Over the years I have noticed that, in general, the oldest hobbyists bought their cars at a relatively low price when the car was around 20 years old. I surely know of exceptions, but they are a minority. After they have owned their car for a generation or so a younger hobbyist may do the same thing the old guy did, but the car is usually not to the old guy's liking. From experience and conversations the price on a good "keeper" can be adjusted to the economy at $3,000 to 4,000 at the time of purchase, many times much less. I didn't see a lot of that in the replies. That may not be a large computer using group. Cars purchased during the inflation period of the 1980's and '90's tend to be higher in price, owned by 80 year old's with less mechanical skills. I think a lot of them sit in garages, unused and with mechanical problems. Those are cars bought by "early retirees" of the time, 55-60 year old's skimming off the retirement lump for that "dream car" they always wanted. They got cars they paid too much for or couldn't fix. When did the term barn find increase in popularity? There is another group that did not show up in numbers. The ones with Dad's collection or family collections. Those are out there. I wasn't really going there, but I did have to show my Wife. She is a young adult librarian, not young herself (living with me would age anyone) but provides programs for grade school through High School children on a pretty intensive schedule. I called her into my little office and said "Hey, read this topic and the replies." She reads fast and after a bit she stopped and looked at me. "They don't follow instructions any better than my kids do." "Yeah, really" My point was that the young people are going out and buying a nice desirable car at a reasonable price that appeals to them. They have the intent to keep it, just like the old guys did when they did the same thing. I did it when I was 30 and again when I was 60. I got the same response both times "What are you doing here with that?" "Ummm, doing the same thing I did 30 years ago." "Well, that 50 year old car is appropriate, not this new one, only 20 years old." "It wasn't the first time I showed up." Remember, it is the collector car you have now. How old was it when you got it. Not the car you had and don't have any more. That was covered in another topic.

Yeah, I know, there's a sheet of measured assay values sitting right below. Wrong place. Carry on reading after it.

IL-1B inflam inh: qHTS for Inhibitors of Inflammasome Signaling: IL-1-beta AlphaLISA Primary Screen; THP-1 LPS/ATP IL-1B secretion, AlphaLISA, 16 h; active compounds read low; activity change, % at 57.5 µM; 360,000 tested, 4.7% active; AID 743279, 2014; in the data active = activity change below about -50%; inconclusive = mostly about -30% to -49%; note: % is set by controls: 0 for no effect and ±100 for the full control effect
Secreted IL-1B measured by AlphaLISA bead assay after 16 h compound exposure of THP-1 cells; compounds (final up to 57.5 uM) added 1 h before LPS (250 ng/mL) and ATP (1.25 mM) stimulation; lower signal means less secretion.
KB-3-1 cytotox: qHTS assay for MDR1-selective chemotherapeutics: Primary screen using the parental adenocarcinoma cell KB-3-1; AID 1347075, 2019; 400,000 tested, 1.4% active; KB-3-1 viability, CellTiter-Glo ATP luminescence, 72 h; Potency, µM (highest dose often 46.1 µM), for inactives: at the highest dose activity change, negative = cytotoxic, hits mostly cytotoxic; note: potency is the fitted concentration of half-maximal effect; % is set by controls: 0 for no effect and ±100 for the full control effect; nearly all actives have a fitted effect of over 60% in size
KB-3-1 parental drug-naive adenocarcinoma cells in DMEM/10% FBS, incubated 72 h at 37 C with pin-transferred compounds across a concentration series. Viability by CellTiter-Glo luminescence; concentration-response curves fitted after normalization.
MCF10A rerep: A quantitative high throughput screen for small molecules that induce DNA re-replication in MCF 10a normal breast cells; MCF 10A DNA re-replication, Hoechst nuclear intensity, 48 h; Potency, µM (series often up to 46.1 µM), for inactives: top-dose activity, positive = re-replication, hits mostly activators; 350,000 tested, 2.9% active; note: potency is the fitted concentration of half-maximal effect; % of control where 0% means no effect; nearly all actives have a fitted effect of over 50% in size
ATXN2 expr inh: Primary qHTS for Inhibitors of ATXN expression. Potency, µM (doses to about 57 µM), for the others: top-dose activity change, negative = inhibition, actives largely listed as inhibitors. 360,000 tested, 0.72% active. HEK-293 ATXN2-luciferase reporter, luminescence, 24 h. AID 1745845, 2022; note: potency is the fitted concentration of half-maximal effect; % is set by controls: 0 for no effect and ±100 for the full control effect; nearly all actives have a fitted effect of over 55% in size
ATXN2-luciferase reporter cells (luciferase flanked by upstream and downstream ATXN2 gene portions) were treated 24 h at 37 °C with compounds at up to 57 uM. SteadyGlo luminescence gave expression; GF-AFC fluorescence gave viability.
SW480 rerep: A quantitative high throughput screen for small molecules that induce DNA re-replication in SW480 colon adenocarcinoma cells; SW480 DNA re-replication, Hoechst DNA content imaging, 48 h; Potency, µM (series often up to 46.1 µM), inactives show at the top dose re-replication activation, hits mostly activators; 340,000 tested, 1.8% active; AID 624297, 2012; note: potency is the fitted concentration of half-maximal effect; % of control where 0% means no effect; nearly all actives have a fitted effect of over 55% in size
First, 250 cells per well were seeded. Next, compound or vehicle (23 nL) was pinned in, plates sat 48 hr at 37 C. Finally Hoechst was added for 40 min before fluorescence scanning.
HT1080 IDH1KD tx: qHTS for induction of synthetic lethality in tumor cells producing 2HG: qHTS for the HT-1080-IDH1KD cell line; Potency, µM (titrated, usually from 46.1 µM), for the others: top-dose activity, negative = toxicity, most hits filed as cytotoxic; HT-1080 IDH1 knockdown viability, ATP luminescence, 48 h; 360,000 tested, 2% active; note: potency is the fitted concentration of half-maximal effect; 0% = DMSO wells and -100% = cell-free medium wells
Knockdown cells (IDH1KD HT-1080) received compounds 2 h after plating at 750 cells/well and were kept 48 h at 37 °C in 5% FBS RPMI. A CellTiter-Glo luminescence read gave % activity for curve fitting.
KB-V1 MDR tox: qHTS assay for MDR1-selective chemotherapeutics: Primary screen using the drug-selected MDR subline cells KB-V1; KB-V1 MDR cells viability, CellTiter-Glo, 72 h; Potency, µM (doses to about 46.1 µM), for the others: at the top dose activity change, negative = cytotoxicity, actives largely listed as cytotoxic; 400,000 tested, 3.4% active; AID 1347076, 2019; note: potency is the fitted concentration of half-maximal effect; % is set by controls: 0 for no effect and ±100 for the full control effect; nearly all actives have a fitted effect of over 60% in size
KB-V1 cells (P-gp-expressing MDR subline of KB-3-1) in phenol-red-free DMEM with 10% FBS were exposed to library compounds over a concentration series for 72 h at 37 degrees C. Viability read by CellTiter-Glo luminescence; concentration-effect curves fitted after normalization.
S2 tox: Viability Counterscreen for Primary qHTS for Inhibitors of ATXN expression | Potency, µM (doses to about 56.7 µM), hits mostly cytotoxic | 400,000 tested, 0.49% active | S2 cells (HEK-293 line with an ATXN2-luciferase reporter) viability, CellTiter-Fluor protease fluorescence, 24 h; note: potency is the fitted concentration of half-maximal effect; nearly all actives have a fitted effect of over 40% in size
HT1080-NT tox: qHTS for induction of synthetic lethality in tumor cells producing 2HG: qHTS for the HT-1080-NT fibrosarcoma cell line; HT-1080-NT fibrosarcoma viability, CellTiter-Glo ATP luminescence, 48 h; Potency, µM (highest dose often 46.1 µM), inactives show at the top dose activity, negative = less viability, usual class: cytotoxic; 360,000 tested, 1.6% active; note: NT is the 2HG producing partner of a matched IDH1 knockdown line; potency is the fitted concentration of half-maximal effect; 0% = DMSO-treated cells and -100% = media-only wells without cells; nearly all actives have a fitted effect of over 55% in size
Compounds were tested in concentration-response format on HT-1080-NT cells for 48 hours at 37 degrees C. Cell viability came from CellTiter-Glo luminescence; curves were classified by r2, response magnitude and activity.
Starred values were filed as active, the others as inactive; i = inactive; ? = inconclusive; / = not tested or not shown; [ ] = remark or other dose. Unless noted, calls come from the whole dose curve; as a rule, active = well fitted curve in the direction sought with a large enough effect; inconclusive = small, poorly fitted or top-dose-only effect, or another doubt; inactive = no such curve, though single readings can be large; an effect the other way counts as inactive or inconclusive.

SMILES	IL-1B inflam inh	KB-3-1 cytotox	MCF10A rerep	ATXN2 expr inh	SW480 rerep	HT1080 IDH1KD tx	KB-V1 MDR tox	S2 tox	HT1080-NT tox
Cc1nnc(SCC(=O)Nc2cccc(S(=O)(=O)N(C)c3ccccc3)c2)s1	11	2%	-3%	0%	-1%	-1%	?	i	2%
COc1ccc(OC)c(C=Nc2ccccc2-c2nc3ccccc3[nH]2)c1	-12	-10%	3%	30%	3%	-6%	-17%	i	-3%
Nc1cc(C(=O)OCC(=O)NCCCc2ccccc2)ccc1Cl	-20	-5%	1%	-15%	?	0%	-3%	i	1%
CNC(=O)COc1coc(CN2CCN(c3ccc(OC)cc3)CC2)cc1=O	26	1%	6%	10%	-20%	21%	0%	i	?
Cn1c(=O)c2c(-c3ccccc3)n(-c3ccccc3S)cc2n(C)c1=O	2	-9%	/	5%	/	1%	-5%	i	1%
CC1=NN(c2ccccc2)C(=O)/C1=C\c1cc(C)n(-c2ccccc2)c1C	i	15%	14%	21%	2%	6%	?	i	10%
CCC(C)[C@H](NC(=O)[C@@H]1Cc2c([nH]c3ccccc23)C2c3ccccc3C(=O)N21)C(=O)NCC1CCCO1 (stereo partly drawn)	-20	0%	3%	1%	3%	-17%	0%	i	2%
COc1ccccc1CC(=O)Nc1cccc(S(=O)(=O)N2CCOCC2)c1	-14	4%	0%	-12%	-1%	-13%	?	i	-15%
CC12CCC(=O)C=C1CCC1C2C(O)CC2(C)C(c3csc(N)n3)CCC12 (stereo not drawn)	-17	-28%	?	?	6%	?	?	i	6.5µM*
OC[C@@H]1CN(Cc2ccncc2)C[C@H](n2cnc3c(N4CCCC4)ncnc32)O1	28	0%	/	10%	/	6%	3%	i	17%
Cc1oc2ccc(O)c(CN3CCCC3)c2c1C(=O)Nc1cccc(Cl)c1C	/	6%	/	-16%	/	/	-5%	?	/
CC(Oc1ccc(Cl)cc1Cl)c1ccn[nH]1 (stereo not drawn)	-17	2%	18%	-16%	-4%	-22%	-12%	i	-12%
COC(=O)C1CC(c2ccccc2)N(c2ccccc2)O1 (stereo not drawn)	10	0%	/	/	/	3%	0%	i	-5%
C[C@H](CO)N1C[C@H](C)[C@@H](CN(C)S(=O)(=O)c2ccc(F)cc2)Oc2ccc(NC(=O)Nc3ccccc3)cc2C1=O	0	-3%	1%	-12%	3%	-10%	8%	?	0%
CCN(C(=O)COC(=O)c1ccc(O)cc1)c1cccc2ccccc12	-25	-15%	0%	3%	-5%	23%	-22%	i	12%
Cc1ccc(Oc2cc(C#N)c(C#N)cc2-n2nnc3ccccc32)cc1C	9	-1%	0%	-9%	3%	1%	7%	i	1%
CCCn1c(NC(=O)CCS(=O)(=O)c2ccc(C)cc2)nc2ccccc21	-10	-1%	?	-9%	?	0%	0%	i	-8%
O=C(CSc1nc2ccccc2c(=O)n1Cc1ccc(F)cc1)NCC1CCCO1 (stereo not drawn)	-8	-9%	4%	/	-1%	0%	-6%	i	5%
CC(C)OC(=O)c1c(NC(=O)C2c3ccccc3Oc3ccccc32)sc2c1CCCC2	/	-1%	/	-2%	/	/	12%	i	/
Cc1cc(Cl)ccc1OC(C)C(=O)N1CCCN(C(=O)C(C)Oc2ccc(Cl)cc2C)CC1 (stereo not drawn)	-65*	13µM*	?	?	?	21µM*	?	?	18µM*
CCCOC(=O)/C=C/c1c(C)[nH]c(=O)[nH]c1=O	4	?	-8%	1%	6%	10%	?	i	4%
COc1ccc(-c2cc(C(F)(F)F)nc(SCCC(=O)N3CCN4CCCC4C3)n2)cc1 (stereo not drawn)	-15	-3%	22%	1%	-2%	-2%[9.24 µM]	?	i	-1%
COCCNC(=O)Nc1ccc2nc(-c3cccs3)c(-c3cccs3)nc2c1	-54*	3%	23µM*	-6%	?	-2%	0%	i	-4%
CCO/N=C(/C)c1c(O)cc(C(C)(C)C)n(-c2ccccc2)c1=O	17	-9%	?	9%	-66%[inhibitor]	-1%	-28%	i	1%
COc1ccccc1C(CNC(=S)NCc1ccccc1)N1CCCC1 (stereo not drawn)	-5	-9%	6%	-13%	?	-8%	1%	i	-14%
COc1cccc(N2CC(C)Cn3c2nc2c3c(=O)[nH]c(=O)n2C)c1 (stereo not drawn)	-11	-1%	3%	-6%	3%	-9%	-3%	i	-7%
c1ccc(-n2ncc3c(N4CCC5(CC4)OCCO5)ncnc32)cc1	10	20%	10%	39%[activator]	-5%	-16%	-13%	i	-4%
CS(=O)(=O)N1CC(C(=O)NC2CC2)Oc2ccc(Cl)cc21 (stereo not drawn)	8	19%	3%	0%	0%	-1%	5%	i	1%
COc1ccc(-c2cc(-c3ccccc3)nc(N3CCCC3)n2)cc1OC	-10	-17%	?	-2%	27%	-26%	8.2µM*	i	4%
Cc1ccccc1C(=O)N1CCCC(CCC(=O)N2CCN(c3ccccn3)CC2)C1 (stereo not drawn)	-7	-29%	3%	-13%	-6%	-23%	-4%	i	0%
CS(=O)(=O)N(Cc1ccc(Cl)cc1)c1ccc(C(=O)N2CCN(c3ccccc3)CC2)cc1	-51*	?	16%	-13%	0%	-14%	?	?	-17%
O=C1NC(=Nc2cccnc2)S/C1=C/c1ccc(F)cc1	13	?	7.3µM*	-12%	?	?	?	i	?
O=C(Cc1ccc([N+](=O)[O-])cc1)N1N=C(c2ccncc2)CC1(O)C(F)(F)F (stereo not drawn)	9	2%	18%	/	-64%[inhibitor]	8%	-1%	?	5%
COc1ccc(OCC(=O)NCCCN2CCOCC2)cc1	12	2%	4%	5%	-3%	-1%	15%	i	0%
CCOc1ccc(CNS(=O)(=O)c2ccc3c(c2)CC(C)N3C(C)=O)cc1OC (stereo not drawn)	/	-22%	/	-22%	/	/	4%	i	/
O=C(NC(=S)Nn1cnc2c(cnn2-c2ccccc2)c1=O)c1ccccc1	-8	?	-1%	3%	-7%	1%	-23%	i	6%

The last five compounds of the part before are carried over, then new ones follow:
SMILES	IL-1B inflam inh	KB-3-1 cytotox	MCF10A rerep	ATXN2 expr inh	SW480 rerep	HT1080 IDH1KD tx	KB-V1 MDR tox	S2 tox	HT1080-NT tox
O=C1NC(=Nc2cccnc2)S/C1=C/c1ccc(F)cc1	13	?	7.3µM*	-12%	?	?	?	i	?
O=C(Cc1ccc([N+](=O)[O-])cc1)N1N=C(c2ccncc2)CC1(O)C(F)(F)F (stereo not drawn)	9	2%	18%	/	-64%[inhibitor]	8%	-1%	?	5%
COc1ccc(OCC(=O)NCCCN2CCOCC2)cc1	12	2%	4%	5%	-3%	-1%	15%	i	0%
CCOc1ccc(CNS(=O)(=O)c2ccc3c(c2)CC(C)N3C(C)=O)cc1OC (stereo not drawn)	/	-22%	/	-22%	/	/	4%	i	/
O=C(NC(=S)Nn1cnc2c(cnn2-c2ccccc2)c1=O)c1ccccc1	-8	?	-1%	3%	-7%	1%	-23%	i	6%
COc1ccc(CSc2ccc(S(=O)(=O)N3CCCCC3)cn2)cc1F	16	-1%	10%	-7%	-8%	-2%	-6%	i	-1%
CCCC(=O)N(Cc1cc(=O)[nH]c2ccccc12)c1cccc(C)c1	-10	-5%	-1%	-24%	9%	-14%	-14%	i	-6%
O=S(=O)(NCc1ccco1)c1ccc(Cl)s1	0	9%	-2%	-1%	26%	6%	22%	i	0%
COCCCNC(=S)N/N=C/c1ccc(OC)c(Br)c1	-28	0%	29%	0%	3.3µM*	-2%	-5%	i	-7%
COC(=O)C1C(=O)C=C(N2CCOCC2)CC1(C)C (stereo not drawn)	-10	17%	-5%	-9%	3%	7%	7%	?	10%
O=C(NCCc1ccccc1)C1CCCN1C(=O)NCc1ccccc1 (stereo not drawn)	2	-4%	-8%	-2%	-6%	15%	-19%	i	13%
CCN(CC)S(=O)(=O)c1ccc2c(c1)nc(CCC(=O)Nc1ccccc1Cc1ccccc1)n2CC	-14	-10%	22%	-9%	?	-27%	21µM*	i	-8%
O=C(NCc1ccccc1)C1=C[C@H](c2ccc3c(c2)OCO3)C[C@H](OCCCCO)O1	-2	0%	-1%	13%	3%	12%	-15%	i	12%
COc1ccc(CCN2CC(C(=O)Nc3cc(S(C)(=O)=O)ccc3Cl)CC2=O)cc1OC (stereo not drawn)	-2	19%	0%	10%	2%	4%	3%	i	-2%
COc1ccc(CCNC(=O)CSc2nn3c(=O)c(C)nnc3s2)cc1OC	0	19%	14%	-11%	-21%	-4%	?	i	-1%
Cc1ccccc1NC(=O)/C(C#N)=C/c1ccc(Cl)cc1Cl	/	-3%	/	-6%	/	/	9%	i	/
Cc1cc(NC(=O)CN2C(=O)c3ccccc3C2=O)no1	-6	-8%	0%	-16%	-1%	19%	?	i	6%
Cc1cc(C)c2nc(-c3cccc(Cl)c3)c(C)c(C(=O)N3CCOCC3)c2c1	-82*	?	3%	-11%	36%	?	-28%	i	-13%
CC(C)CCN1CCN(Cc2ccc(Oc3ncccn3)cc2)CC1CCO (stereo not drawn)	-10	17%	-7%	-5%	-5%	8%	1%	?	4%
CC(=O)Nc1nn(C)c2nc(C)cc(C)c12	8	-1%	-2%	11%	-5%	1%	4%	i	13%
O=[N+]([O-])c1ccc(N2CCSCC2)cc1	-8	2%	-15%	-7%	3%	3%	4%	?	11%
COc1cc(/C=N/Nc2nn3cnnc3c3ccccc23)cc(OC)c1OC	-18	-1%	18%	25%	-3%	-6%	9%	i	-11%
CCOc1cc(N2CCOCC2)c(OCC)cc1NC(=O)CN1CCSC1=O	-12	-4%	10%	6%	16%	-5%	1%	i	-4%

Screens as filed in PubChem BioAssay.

15. I have been called arrogant for quite a few things as the years have rolled by and in this instance, I really don't care for a car from a person who doesn't have the attention to detail to spell the words in their ad correctly. I would just move on.. Repaint, odd color combination, and, what I think is the wrong color headliner, are other things that detract from a kind of boring car. Cars really do tend to carry the karma of the previous owner. I have one now that is a nice enough car, but makes me feel like washing during and after I drive it. A sleazy car salesman owned it before me. On the spelling thing, a couple of years ago I decided to stop searching "convertable" on line, simply because I don't want that person's car. I am just like that. I know the most common term. And I'm smiling while I write this. There is critique and opinion all wrapped up together. Bernie
  16. I always had a lot of problems with my signal lights being dim or not flashing. The socket in the taillight housing doesn't look like it was designed for 50 years, especially the ground. I grounded mine to the body through the taillight housing studs. They are bright and they blink now. I don't expect that crappy little cable operated switch to ever work really well, and after 40 years I always double check the level for return after a turn. My replacement socket had a metal ground tab. I just came in from the back side and soldered a wire to it and tied them together. Bernie
  17. I recognize that shirt. Does he ever see this guy when he is shopping?
  18. How old was your car when you bought it?